Whether it is accomplished via sports, travel, or entertainment, humans thrive off of living vicariously through one another’s pursuits. In regards to music, hearing The Weeknd croon about drug-fueled sex or Rae Sremmurd trading bars about throwing stacks in the club creates a temporary sense of leading a lifestyle that’s generally unavailable to the common music enthusiast. The exact opposite process is found on Lil Dicky’s new record, Professional Rapper; rather than crafting an image driven by dramatized events, the Pennsylvania rapper spits about the mundane with the intention of causing the listener to laugh and ultimately relate.
Heavy-handed in its approach of Dicky explaining his rap method to a potential employer voiced by Snoop Dogg, the title-track is redundant as Dicky’s ability to even secure a Snoop feature confirms a wide audience already understands his shtick. The first of three interludes featuring Dicky’s parents that precedes the album opener provides a more natural way to visualize his normalcy; an approach that correlates with the album’s strong suits, as comedic events are best experienced rather than explained. Take ‘Oh Well,’ a melancholy production with occasionally fluttering percussion that finds Dicky laying out lines like, “I just can’t go a day with being alone/When I’m friends, though, why the fuck am I still on my phone?” Speaking on legitimate downsides of 21st century life amongst line’s joking about the issue (“Laying in the bed but I can’t rest/Till my gram checked, wish I cared less”) affords a nice balance of comedy and social awareness without either being forced front-and-center, especially when presented with an excellent verse of Jace from EarDrummers’ Two-9.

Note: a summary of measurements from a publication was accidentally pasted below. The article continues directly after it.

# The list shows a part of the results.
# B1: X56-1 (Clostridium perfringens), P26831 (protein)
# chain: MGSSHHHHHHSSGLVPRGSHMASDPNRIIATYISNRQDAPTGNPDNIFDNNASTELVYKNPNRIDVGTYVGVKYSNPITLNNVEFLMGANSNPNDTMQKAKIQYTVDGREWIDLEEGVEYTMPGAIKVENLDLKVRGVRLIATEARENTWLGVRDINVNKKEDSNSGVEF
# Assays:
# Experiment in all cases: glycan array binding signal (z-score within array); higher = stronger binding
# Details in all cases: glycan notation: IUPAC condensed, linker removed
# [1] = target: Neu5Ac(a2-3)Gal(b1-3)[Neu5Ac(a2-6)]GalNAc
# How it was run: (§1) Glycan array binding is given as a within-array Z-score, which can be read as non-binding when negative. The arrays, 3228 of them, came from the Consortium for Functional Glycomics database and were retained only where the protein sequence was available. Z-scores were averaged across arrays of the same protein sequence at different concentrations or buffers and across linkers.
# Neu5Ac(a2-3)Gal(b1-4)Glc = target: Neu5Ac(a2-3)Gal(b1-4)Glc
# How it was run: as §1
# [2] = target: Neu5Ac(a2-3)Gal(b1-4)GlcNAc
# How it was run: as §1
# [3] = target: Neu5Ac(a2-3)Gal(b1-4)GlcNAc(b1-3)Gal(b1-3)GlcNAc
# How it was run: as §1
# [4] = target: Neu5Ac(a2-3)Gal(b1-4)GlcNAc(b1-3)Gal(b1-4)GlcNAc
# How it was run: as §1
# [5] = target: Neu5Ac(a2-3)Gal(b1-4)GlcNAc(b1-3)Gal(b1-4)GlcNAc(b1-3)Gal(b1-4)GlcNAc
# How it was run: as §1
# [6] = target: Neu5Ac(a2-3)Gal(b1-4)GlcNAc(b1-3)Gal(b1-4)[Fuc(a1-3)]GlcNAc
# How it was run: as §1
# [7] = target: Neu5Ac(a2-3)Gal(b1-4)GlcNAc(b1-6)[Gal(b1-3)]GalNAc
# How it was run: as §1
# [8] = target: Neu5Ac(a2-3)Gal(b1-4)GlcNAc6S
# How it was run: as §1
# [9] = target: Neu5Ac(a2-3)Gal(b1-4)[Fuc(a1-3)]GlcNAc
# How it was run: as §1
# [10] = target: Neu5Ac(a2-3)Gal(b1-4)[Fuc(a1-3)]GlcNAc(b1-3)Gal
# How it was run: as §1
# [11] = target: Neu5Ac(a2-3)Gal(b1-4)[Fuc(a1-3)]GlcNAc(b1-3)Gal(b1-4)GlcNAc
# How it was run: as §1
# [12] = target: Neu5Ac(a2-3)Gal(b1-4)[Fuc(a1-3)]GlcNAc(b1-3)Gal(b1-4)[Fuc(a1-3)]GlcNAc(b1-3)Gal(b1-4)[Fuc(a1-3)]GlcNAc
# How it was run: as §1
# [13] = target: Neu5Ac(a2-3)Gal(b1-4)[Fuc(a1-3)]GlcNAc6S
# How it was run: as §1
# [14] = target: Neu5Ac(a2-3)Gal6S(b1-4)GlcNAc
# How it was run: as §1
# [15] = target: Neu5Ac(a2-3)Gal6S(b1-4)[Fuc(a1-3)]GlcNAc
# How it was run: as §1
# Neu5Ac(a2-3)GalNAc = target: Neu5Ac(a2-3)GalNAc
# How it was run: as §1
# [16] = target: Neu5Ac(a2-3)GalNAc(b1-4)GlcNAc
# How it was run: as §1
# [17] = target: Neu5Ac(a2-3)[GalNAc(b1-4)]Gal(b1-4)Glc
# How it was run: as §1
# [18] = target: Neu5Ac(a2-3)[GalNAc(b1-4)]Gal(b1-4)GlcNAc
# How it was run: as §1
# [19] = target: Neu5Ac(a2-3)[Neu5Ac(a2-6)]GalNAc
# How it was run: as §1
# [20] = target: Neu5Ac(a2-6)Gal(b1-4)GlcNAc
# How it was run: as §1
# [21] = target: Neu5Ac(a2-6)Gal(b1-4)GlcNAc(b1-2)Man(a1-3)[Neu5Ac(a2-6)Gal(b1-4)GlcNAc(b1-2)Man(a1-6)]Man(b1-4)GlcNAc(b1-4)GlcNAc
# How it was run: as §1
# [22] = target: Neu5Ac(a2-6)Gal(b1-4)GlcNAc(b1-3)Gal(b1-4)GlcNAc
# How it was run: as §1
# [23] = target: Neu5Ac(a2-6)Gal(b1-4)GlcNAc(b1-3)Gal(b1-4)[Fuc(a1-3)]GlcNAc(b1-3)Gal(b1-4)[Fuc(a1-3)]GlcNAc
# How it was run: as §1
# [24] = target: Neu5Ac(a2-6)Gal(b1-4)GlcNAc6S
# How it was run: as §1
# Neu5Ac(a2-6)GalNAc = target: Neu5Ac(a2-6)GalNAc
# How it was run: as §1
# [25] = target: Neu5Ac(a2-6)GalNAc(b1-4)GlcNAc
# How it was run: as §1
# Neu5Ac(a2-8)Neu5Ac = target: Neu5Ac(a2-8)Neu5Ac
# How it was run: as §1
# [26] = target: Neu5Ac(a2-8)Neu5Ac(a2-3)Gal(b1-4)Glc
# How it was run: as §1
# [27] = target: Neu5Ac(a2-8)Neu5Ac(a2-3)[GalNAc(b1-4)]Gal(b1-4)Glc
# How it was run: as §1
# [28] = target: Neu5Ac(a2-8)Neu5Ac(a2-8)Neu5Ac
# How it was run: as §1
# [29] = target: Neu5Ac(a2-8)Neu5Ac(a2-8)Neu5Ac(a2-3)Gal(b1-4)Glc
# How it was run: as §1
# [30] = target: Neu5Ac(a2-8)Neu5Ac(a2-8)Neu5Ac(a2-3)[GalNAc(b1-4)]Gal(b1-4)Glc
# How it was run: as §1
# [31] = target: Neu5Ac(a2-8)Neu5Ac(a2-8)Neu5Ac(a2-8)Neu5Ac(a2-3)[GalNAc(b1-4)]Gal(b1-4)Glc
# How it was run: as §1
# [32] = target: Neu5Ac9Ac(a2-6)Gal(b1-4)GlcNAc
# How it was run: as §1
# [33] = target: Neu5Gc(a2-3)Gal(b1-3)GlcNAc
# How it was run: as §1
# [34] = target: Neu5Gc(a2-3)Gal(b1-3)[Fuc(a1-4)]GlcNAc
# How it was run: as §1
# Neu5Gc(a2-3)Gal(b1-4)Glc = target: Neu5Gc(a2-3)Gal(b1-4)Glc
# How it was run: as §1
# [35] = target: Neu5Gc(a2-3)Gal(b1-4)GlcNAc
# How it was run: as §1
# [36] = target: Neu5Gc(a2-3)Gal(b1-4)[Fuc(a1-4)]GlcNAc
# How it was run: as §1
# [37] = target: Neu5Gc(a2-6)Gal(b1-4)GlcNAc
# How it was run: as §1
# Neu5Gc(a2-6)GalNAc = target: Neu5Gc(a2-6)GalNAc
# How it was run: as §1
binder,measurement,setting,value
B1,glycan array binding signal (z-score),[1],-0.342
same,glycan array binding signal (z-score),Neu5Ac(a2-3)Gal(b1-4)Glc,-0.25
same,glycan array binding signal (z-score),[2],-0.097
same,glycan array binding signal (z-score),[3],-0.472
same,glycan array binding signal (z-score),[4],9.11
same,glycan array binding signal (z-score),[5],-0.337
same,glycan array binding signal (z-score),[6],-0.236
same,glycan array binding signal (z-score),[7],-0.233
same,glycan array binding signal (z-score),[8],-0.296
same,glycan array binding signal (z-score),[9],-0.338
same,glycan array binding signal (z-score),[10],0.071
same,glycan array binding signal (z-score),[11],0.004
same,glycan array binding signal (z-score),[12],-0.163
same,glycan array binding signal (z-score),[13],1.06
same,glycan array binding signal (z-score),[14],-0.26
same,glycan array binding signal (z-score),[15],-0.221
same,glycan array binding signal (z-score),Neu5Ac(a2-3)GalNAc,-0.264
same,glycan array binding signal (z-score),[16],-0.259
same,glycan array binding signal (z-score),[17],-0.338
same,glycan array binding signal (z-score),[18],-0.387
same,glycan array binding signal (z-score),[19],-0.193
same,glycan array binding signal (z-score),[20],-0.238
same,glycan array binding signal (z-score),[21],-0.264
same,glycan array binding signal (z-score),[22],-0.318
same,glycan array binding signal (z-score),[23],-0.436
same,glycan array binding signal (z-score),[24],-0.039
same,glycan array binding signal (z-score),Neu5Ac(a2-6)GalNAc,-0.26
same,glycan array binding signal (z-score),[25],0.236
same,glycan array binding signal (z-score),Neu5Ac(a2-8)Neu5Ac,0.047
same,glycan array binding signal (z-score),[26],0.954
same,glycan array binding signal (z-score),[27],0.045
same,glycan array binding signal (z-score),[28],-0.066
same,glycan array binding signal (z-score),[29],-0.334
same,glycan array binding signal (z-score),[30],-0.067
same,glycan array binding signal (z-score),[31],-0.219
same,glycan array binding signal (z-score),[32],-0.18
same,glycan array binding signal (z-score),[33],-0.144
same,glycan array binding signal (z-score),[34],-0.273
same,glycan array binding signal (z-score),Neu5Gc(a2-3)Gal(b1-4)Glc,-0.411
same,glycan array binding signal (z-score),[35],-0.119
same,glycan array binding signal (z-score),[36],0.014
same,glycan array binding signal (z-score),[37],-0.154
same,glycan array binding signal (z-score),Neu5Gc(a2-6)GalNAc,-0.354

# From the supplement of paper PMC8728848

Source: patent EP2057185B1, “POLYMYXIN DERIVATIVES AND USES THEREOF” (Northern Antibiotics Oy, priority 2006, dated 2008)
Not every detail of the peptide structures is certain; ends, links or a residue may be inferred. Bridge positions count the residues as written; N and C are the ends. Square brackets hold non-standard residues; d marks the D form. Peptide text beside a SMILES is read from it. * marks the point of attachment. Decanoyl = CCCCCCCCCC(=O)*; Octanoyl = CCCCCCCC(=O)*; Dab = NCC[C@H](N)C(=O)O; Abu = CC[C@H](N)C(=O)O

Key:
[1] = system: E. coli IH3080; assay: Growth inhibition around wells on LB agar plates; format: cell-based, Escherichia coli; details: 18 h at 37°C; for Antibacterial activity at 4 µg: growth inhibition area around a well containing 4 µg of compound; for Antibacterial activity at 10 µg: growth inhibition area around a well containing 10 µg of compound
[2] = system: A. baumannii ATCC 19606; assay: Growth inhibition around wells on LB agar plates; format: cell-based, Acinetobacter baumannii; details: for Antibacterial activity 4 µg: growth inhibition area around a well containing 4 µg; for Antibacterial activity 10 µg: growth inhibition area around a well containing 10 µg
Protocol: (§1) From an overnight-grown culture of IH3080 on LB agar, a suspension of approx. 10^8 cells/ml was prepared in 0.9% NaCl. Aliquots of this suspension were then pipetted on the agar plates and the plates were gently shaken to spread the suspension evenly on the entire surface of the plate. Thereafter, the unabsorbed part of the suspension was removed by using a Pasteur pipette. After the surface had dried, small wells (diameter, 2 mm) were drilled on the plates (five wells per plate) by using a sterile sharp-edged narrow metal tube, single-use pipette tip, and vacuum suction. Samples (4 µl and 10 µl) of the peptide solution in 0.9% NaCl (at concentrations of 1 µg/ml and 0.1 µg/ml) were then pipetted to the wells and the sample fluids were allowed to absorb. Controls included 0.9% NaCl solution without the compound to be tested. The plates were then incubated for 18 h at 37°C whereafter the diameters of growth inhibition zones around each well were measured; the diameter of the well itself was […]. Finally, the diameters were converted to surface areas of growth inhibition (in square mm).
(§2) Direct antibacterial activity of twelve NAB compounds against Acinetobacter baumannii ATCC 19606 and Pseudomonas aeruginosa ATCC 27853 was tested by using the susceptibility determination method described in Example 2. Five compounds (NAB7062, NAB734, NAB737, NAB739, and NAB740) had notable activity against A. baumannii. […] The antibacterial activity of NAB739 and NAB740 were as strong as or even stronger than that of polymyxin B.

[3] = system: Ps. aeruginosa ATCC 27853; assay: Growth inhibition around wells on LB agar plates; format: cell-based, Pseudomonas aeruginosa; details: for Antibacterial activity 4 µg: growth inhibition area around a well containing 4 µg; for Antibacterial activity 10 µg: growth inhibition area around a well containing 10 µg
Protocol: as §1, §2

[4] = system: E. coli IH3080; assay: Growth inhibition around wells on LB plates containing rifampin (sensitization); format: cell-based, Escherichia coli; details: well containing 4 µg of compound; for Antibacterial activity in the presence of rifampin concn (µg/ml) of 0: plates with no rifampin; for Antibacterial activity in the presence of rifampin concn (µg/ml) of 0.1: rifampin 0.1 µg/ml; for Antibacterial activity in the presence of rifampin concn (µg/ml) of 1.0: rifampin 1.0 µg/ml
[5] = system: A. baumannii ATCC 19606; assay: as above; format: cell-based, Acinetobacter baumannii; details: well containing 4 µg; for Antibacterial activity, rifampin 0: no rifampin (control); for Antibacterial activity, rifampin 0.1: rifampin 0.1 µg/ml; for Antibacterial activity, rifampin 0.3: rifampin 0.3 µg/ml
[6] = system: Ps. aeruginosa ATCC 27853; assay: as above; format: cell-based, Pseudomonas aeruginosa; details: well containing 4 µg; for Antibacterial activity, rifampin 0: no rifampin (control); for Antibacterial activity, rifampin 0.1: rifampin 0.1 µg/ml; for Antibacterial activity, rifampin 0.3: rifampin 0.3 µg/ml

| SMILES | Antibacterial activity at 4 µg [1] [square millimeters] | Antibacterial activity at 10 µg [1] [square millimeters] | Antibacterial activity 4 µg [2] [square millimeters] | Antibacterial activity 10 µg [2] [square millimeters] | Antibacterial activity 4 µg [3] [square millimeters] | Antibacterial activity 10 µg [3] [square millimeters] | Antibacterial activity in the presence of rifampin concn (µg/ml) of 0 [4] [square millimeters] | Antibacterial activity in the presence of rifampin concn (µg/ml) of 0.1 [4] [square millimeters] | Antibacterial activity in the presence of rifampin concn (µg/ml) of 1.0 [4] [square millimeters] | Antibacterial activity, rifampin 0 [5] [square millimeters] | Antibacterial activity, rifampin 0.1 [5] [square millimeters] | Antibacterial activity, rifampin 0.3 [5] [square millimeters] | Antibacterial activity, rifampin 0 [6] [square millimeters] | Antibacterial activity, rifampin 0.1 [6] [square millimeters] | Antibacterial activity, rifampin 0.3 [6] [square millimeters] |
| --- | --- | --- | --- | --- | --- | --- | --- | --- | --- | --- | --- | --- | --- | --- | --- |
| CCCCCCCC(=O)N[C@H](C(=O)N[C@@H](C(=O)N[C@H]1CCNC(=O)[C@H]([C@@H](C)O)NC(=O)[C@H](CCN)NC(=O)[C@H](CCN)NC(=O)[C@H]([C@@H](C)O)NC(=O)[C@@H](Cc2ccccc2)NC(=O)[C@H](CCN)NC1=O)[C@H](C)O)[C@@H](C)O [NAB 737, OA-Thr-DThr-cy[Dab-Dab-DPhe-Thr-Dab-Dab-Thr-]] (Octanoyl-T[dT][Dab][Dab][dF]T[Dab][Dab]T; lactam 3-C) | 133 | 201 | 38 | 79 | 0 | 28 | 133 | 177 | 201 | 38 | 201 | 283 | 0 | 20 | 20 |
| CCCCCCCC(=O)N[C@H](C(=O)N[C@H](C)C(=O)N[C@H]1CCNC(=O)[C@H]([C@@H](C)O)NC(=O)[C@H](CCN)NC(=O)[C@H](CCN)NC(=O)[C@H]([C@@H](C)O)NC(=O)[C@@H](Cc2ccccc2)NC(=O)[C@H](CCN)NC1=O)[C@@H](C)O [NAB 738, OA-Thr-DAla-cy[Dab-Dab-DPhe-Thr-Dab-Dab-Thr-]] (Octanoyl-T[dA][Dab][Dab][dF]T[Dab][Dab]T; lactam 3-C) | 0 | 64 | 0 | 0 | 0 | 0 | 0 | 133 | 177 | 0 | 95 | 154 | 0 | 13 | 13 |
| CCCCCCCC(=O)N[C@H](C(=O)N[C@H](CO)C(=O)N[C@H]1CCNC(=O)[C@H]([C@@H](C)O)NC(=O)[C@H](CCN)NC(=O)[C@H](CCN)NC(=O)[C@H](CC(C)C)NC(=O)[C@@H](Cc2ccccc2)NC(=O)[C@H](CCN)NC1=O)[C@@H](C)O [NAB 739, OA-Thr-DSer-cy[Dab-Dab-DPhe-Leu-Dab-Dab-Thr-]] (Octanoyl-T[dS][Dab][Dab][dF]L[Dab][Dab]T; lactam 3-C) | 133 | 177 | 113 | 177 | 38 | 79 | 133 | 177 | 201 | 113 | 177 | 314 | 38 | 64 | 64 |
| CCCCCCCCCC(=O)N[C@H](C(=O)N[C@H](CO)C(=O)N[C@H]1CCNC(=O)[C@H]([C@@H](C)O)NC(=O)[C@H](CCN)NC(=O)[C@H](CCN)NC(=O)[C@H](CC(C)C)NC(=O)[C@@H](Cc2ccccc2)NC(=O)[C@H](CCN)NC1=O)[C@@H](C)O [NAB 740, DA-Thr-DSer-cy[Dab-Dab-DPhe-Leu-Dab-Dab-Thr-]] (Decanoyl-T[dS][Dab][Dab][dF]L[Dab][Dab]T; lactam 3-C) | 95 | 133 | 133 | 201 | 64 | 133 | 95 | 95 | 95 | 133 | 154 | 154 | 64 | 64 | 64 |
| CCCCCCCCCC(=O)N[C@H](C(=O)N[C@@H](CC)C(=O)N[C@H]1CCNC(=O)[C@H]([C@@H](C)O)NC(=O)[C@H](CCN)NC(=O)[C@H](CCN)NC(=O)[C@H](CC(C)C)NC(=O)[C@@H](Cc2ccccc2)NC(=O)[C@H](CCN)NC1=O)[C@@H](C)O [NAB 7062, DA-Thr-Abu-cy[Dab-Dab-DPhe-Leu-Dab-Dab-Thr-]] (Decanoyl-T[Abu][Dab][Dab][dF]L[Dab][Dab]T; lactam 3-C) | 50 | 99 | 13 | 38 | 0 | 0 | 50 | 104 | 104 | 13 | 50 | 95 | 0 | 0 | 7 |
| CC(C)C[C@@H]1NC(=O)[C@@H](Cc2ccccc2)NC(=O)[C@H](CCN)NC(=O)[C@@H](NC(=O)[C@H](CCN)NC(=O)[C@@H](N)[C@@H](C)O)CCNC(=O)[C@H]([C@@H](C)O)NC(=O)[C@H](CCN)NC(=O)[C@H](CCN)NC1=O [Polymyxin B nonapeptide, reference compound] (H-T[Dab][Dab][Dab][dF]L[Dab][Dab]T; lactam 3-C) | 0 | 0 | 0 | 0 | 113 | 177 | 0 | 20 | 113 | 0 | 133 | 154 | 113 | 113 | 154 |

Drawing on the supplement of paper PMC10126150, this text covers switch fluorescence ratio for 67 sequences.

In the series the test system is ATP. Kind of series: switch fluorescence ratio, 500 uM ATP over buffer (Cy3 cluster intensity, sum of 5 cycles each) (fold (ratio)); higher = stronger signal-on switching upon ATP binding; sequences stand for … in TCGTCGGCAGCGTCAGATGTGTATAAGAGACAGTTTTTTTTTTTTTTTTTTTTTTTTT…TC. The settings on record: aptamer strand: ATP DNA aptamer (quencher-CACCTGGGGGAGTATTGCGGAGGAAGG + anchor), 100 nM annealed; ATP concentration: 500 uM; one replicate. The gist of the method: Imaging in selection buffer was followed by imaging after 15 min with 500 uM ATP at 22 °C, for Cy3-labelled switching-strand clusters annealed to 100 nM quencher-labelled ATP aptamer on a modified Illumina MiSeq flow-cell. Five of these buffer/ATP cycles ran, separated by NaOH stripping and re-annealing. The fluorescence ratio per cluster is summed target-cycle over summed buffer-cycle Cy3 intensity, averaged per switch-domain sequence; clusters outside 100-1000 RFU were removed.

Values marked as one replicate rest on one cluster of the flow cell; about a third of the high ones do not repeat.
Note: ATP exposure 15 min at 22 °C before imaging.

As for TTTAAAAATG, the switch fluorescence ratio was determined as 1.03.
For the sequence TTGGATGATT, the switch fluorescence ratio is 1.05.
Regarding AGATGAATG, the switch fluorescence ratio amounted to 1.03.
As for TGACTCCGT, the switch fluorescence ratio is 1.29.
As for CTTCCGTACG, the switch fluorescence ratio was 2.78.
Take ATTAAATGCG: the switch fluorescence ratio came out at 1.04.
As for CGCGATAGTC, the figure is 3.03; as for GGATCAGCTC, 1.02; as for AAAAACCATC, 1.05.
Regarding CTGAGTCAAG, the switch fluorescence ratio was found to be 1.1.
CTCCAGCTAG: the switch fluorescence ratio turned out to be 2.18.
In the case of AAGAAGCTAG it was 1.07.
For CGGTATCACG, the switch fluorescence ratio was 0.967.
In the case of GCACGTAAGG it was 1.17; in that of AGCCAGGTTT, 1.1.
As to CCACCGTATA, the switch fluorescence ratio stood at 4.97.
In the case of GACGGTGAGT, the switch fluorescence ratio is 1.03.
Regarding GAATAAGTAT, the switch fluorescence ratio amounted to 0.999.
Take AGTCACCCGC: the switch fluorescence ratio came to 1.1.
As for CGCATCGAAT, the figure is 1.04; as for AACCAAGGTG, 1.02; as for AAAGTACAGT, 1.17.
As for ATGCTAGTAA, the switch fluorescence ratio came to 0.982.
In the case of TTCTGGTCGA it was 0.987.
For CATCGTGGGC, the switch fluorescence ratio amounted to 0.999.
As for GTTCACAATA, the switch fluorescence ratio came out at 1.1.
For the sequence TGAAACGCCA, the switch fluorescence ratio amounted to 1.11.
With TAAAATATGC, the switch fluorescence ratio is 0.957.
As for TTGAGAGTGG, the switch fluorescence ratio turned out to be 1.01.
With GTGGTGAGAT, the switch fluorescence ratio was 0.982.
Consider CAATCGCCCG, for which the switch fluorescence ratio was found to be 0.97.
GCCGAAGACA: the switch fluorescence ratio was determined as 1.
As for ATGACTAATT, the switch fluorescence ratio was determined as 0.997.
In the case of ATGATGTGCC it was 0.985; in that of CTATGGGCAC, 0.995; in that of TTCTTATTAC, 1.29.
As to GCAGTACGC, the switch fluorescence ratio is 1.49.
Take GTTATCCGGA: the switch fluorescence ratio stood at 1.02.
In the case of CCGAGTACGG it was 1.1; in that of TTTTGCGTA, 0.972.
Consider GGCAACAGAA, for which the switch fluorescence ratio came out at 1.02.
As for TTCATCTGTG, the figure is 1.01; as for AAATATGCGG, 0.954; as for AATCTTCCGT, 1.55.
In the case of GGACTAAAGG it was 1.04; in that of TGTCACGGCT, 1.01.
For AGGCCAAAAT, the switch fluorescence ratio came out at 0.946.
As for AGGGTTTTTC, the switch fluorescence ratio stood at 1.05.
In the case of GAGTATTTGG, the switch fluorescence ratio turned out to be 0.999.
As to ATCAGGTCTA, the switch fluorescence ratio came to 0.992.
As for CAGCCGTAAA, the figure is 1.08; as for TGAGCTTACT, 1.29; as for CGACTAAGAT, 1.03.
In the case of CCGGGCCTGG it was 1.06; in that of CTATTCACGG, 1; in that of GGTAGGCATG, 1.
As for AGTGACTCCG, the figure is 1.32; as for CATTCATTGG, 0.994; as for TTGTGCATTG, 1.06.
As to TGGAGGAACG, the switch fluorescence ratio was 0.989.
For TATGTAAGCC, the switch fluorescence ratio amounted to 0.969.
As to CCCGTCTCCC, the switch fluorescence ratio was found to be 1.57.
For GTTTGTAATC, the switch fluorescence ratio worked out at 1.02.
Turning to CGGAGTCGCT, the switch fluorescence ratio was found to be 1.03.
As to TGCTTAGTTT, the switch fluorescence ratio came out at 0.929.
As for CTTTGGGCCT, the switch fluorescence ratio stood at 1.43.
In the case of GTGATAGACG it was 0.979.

Of course, Dicky is best known for his outright humorous tracks such as ‘Lemme Freak’ and ‘Classic Male Pregame’ alongside their absurd music videos. Even without visuals, the songs still manage to entertain as the attention remains on the narratives being woven while also shifting toward the record’s capable production value and Dicky’s equally capable flow. Ranging from stoned-slow to hyper-quick, he is able to shift the tracks sonically at a pace that allows his story-centric humor to methodically progress with the music, whether it is atop a bass-driven, DJ Mustard- esque beat or snappy, minimalistic drums. Lyrically, a good portion of Dicky’s punch-lines deliver, especially on cuts such as ‘White Crime’ (“Looking like a nice guy ‘til I take your motherfucking Wi-Fi) and ‘Pillow Talking’ (“I’m five feet eleven/on Tinder I’m six feet”); on a broader scale, wide-range concepts for tracks like ‘$ave Dat Money’ also excel with a Lonely Island-esque ridiculousness to them that’s furthered by catchy hooks from the likes of Fetty Wap and T-Pain.
By the time the record’s staggering hour and a half runtime is complete, Dicky’s style does admittedly lose its appeal at times though. One has to believe Professional Rapper would have been better served at an hour at most, thus leaving many of the songs best heard outside of the album’s context after running through it once. Nonetheless, Dicky manages to entertain with unconventional plots and engaging sounds on a collection of tracks that will surely be well received by its millenial audience.